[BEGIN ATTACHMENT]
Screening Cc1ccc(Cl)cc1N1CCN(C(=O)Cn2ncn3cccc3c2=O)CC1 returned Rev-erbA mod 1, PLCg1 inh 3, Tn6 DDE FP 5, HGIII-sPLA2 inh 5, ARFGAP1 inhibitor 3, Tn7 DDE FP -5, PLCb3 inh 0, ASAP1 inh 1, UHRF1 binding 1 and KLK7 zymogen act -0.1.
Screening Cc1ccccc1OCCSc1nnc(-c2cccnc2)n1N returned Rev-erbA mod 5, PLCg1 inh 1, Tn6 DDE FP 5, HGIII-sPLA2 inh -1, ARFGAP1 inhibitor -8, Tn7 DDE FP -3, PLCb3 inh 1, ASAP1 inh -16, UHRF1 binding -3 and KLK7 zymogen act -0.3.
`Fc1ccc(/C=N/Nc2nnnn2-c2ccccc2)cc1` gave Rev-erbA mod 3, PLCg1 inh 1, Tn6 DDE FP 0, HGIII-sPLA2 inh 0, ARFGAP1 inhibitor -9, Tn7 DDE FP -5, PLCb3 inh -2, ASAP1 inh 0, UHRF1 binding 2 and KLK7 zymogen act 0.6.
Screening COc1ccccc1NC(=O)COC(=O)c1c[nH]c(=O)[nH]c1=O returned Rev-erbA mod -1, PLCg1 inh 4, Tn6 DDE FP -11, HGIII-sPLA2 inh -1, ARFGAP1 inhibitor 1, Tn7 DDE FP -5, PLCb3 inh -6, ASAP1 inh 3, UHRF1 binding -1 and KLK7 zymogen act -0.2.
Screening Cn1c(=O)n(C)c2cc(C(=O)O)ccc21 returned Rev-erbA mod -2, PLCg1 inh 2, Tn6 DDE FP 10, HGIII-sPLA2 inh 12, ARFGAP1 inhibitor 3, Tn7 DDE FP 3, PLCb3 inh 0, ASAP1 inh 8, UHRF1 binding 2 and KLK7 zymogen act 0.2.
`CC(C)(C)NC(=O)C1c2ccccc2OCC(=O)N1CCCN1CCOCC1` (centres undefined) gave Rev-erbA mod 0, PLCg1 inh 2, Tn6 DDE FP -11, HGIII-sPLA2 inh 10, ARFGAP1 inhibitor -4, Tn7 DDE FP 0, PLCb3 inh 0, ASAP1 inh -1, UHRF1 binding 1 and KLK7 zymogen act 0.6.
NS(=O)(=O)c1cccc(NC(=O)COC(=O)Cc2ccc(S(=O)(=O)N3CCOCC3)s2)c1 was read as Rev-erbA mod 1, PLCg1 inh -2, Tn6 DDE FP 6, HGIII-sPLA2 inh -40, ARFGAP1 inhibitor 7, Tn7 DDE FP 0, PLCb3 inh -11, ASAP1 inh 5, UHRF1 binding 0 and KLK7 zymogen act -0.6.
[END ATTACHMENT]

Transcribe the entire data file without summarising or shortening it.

Screening Cc1ccc(Cl)cc1N1CCN(C(=O)Cn2ncn3cccc3c2=O)CC1 returned Rev-erbA mod 1, PLCg1 inh 3, Tn6 DDE FP 5, HGIII-sPLA2 inh 5, ARFGAP1 inhibitor 3, Tn7 DDE FP -5, PLCb3 inh 0, ASAP1 inh 1, UHRF1 binding 1 and KLK7 zymogen act -0.1.
Screening Cc1ccccc1OCCSc1nnc(-c2cccnc2)n1N returned Rev-erbA mod 5, PLCg1 inh 1, Tn6 DDE FP 5, HGIII-sPLA2 inh -1, ARFGAP1 inhibitor -8, Tn7 DDE FP -3, PLCb3 inh 1, ASAP1 inh -16, UHRF1 binding -3 and KLK7 zymogen act -0.3.
`Fc1ccc(/C=N/Nc2nnnn2-c2ccccc2)cc1` gave Rev-erbA mod 3, PLCg1 inh 1, Tn6 DDE FP 0, HGIII-sPLA2 inh 0, ARFGAP1 inhibitor -9, Tn7 DDE FP -5, PLCb3 inh -2, ASAP1 inh 0, UHRF1 binding 2 and KLK7 zymogen act 0.6.
Screening COc1ccccc1NC(=O)COC(=O)c1c[nH]c(=O)[nH]c1=O returned Rev-erbA mod -1, PLCg1 inh 4, Tn6 DDE FP -11, HGIII-sPLA2 inh -1, ARFGAP1 inhibitor 1, Tn7 DDE FP -5, PLCb3 inh -6, ASAP1 inh 3, UHRF1 binding -1 and KLK7 zymogen act -0.2.
Screening Cn1c(=O)n(C)c2cc(C(=O)O)ccc21 returned Rev-erbA mod -2, PLCg1 inh 2, Tn6 DDE FP 10, HGIII-sPLA2 inh 12, ARFGAP1 inhibitor 3, Tn7 DDE FP 3, PLCb3 inh 0, ASAP1 inh 8, UHRF1 binding 2 and KLK7 zymogen act 0.2.
`CC(C)(C)NC(=O)C1c2ccccc2OCC(=O)N1CCCN1CCOCC1` (centres undefined) gave Rev-erbA mod 0, PLCg1 inh 2, Tn6 DDE FP -11, HGIII-sPLA2 inh 10, ARFGAP1 inhibitor -4, Tn7 DDE FP 0, PLCb3 inh 0, ASAP1 inh -1, UHRF1 binding 1 and KLK7 zymogen act 0.6.
NS(=O)(=O)c1cccc(NC(=O)COC(=O)Cc2ccc(S(=O)(=O)N3CCOCC3)s2)c1 was read as Rev-erbA mod 1, PLCg1 inh -2, Tn6 DDE FP 6, HGIII-sPLA2 inh -40, ARFGAP1 inhibitor 7, Tn7 DDE FP 0, PLCb3 inh -11, ASAP1 inh 5, UHRF1 binding 0 and KLK7 zymogen act -0.6.